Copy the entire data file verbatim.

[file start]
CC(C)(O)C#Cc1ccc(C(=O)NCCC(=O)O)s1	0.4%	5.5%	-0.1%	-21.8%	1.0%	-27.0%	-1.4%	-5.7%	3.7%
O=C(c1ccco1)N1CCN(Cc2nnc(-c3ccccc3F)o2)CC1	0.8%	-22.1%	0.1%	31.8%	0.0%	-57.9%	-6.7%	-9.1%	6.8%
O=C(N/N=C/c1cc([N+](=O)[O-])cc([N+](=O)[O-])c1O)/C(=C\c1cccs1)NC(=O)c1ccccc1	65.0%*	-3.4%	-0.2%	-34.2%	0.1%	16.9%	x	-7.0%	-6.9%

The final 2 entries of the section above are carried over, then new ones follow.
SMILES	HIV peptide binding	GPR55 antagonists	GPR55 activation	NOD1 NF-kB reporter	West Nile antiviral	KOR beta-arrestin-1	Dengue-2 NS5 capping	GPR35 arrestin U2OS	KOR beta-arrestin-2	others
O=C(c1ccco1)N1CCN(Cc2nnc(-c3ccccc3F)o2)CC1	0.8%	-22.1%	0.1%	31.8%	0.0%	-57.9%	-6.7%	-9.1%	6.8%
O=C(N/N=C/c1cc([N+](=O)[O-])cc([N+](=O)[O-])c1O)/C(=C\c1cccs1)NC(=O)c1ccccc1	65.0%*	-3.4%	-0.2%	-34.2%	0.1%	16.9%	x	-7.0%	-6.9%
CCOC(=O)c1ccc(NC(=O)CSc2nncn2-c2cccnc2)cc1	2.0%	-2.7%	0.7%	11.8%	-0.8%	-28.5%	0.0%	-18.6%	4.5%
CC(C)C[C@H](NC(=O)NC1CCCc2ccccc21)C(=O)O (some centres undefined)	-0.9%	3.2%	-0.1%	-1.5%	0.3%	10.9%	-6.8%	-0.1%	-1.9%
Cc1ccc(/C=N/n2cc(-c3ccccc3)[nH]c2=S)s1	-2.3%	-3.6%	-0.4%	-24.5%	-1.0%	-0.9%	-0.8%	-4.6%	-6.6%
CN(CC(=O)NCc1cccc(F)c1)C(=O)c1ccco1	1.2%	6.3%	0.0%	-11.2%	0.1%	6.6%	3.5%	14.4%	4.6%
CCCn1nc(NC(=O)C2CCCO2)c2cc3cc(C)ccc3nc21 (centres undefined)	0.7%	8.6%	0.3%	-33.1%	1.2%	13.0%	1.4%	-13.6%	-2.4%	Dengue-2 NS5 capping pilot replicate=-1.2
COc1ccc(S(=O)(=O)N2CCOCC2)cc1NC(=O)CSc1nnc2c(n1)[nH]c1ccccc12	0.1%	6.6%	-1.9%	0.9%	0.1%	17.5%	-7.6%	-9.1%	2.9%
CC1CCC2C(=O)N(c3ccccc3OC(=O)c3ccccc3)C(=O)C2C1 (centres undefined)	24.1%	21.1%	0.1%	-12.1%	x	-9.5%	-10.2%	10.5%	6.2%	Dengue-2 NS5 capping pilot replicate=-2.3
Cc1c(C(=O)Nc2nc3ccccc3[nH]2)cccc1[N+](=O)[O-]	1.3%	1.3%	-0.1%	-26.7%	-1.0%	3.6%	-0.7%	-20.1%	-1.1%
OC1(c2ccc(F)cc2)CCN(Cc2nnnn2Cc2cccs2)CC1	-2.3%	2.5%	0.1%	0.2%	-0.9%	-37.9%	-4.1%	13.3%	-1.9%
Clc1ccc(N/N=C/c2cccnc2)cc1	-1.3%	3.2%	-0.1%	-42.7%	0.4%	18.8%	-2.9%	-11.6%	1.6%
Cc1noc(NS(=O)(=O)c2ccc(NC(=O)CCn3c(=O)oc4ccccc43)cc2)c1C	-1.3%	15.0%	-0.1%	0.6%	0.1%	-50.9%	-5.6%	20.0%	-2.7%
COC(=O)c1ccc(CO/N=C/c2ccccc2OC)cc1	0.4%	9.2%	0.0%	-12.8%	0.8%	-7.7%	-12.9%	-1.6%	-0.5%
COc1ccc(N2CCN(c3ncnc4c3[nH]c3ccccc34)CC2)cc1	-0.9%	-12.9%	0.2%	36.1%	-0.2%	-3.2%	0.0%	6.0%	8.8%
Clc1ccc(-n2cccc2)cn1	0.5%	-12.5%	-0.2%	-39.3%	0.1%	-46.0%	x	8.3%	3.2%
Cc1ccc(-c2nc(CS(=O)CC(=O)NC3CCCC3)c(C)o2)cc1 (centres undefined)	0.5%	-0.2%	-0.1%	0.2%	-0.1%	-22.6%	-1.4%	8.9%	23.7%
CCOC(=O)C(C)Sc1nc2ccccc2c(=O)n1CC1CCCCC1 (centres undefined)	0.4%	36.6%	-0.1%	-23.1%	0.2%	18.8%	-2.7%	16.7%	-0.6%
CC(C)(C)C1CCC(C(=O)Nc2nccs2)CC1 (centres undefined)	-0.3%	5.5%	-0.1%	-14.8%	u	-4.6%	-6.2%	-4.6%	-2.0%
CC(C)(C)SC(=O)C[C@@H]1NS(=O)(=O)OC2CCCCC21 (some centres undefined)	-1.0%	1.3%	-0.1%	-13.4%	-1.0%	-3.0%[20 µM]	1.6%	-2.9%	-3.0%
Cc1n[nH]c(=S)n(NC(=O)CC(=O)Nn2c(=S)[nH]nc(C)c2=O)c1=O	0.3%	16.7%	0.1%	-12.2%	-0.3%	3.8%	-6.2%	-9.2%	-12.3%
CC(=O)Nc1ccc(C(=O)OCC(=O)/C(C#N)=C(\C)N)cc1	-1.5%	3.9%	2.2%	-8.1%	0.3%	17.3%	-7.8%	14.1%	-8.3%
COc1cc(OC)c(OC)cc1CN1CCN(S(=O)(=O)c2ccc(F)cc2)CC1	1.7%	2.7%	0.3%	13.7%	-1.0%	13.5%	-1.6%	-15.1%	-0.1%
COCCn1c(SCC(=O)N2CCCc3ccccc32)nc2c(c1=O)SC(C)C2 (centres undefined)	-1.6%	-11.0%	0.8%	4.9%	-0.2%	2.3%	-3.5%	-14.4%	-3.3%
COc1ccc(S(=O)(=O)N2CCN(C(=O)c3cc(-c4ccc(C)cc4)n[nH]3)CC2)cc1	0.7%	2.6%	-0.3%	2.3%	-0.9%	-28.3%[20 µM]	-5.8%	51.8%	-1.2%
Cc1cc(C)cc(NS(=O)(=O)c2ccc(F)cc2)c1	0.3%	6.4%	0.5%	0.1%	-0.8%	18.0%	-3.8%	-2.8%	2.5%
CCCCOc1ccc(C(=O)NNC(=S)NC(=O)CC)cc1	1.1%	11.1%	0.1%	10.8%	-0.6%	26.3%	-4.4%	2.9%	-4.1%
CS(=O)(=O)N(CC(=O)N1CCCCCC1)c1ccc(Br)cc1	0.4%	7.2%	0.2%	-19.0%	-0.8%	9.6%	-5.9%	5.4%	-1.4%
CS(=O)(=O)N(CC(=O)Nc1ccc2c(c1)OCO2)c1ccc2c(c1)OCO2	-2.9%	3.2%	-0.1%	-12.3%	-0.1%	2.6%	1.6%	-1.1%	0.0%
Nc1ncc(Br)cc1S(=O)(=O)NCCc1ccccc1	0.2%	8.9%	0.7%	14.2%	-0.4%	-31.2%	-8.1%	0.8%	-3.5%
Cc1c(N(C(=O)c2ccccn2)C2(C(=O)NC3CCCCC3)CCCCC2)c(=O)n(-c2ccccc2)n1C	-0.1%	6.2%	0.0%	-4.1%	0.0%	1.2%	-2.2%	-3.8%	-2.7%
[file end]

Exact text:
CC(C)(O)C#Cc1ccc(C(=O)NCCC(=O)O)s1	0.4%	5.5%	-0.1%	-21.8%	1.0%	-27.0%	-1.4%	-5.7%	3.7%
O=C(c1ccco1)N1CCN(Cc2nnc(-c3ccccc3F)o2)CC1	0.8%	-22.1%	0.1%	31.8%	0.0%	-57.9%	-6.7%	-9.1%	6.8%
O=C(N/N=C/c1cc([N+](=O)[O-])cc([N+](=O)[O-])c1O)/C(=C\c1cccs1)NC(=O)c1ccccc1	65.0%*	-3.4%	-0.2%	-34.2%	0.1%	16.9%	x	-7.0%	-6.9%

The final 2 entries of the section above are carried over, then new ones follow.
SMILES	HIV peptide binding	GPR55 antagonists	GPR55 activation	NOD1 NF-kB reporter	West Nile antiviral	KOR beta-arrestin-1	Dengue-2 NS5 capping	GPR35 arrestin U2OS	KOR beta-arrestin-2	others
O=C(c1ccco1)N1CCN(Cc2nnc(-c3ccccc3F)o2)CC1	0.8%	-22.1%	0.1%	31.8%	0.0%	-57.9%	-6.7%	-9.1%	6.8%
O=C(N/N=C/c1cc([N+](=O)[O-])cc([N+](=O)[O-])c1O)/C(=C\c1cccs1)NC(=O)c1ccccc1	65.0%*	-3.4%	-0.2%	-34.2%	0.1%	16.9%	x	-7.0%	-6.9%
CCOC(=O)c1ccc(NC(=O)CSc2nncn2-c2cccnc2)cc1	2.0%	-2.7%	0.7%	11.8%	-0.8%	-28.5%	0.0%	-18.6%	4.5%
CC(C)C[C@H](NC(=O)NC1CCCc2ccccc21)C(=O)O (some centres undefined)	-0.9%	3.2%	-0.1%	-1.5%	0.3%	10.9%	-6.8%	-0.1%	-1.9%
Cc1ccc(/C=N/n2cc(-c3ccccc3)[nH]c2=S)s1	-2.3%	-3.6%	-0.4%	-24.5%	-1.0%	-0.9%	-0.8%	-4.6%	-6.6%
CN(CC(=O)NCc1cccc(F)c1)C(=O)c1ccco1	1.2%	6.3%	0.0%	-11.2%	0.1%	6.6%	3.5%	14.4%	4.6%
CCCn1nc(NC(=O)C2CCCO2)c2cc3cc(C)ccc3nc21 (centres undefined)	0.7%	8.6%	0.3%	-33.1%	1.2%	13.0%	1.4%	-13.6%	-2.4%	Dengue-2 NS5 capping pilot replicate=-1.2
COc1ccc(S(=O)(=O)N2CCOCC2)cc1NC(=O)CSc1nnc2c(n1)[nH]c1ccccc12	0.1%	6.6%	-1.9%	0.9%	0.1%	17.5%	-7.6%	-9.1%	2.9%
CC1CCC2C(=O)N(c3ccccc3OC(=O)c3ccccc3)C(=O)C2C1 (centres undefined)	24.1%	21.1%	0.1%	-12.1%	x	-9.5%	-10.2%	10.5%	6.2%	Dengue-2 NS5 capping pilot replicate=-2.3
Cc1c(C(=O)Nc2nc3ccccc3[nH]2)cccc1[N+](=O)[O-]	1.3%	1.3%	-0.1%	-26.7%	-1.0%	3.6%	-0.7%	-20.1%	-1.1%
OC1(c2ccc(F)cc2)CCN(Cc2nnnn2Cc2cccs2)CC1	-2.3%	2.5%	0.1%	0.2%	-0.9%	-37.9%	-4.1%	13.3%	-1.9%
Clc1ccc(N/N=C/c2cccnc2)cc1	-1.3%	3.2%	-0.1%	-42.7%	0.4%	18.8%	-2.9%	-11.6%	1.6%
Cc1noc(NS(=O)(=O)c2ccc(NC(=O)CCn3c(=O)oc4ccccc43)cc2)c1C	-1.3%	15.0%	-0.1%	0.6%	0.1%	-50.9%	-5.6%	20.0%	-2.7%
COC(=O)c1ccc(CO/N=C/c2ccccc2OC)cc1	0.4%	9.2%	0.0%	-12.8%	0.8%	-7.7%	-12.9%	-1.6%	-0.5%
COc1ccc(N2CCN(c3ncnc4c3[nH]c3ccccc34)CC2)cc1	-0.9%	-12.9%	0.2%	36.1%	-0.2%	-3.2%	0.0%	6.0%	8.8%
Clc1ccc(-n2cccc2)cn1	0.5%	-12.5%	-0.2%	-39.3%	0.1%	-46.0%	x	8.3%	3.2%
Cc1ccc(-c2nc(CS(=O)CC(=O)NC3CCCC3)c(C)o2)cc1 (centres undefined)	0.5%	-0.2%	-0.1%	0.2%	-0.1%	-22.6%	-1.4%	8.9%	23.7%
CCOC(=O)C(C)Sc1nc2ccccc2c(=O)n1CC1CCCCC1 (centres undefined)	0.4%	36.6%	-0.1%	-23.1%	0.2%	18.8%	-2.7%	16.7%	-0.6%
CC(C)(C)C1CCC(C(=O)Nc2nccs2)CC1 (centres undefined)	-0.3%	5.5%	-0.1%	-14.8%	u	-4.6%	-6.2%	-4.6%	-2.0%
CC(C)(C)SC(=O)C[C@@H]1NS(=O)(=O)OC2CCCCC21 (some centres undefined)	-1.0%	1.3%	-0.1%	-13.4%	-1.0%	-3.0%[20 µM]	1.6%	-2.9%	-3.0%
Cc1n[nH]c(=S)n(NC(=O)CC(=O)Nn2c(=S)[nH]nc(C)c2=O)c1=O	0.3%	16.7%	0.1%	-12.2%	-0.3%	3.8%	-6.2%	-9.2%	-12.3%
CC(=O)Nc1ccc(C(=O)OCC(=O)/C(C#N)=C(\C)N)cc1	-1.5%	3.9%	2.2%	-8.1%	0.3%	17.3%	-7.8%	14.1%	-8.3%
COc1cc(OC)c(OC)cc1CN1CCN(S(=O)(=O)c2ccc(F)cc2)CC1	1.7%	2.7%	0.3%	13.7%	-1.0%	13.5%	-1.6%	-15.1%	-0.1%
COCCn1c(SCC(=O)N2CCCc3ccccc32)nc2c(c1=O)SC(C)C2 (centres undefined)	-1.6%	-11.0%	0.8%	4.9%	-0.2%	2.3%	-3.5%	-14.4%	-3.3%
COc1ccc(S(=O)(=O)N2CCN(C(=O)c3cc(-c4ccc(C)cc4)n[nH]3)CC2)cc1	0.7%	2.6%	-0.3%	2.3%	-0.9%	-28.3%[20 µM]	-5.8%	51.8%	-1.2%
Cc1cc(C)cc(NS(=O)(=O)c2ccc(F)cc2)c1	0.3%	6.4%	0.5%	0.1%	-0.8%	18.0%	-3.8%	-2.8%	2.5%
CCCCOc1ccc(C(=O)NNC(=S)NC(=O)CC)cc1	1.1%	11.1%	0.1%	10.8%	-0.6%	26.3%	-4.4%	2.9%	-4.1%
CS(=O)(=O)N(CC(=O)N1CCCCCC1)c1ccc(Br)cc1	0.4%	7.2%	0.2%	-19.0%	-0.8%	9.6%	-5.9%	5.4%	-1.4%
CS(=O)(=O)N(CC(=O)Nc1ccc2c(c1)OCO2)c1ccc2c(c1)OCO2	-2.9%	3.2%	-0.1%	-12.3%	-0.1%	2.6%	1.6%	-1.1%	0.0%
Nc1ncc(Br)cc1S(=O)(=O)NCCc1ccccc1	0.2%	8.9%	0.7%	14.2%	-0.4%	-31.2%	-8.1%	0.8%	-3.5%
Cc1c(N(C(=O)c2ccccn2)C2(C(=O)NC3CCCCC3)CCCCC2)c(=O)n(-c2ccccc2)n1C	-0.1%	6.2%	0.0%	-4.1%	0.0%	1.2%	-2.2%	-3.8%	-2.7%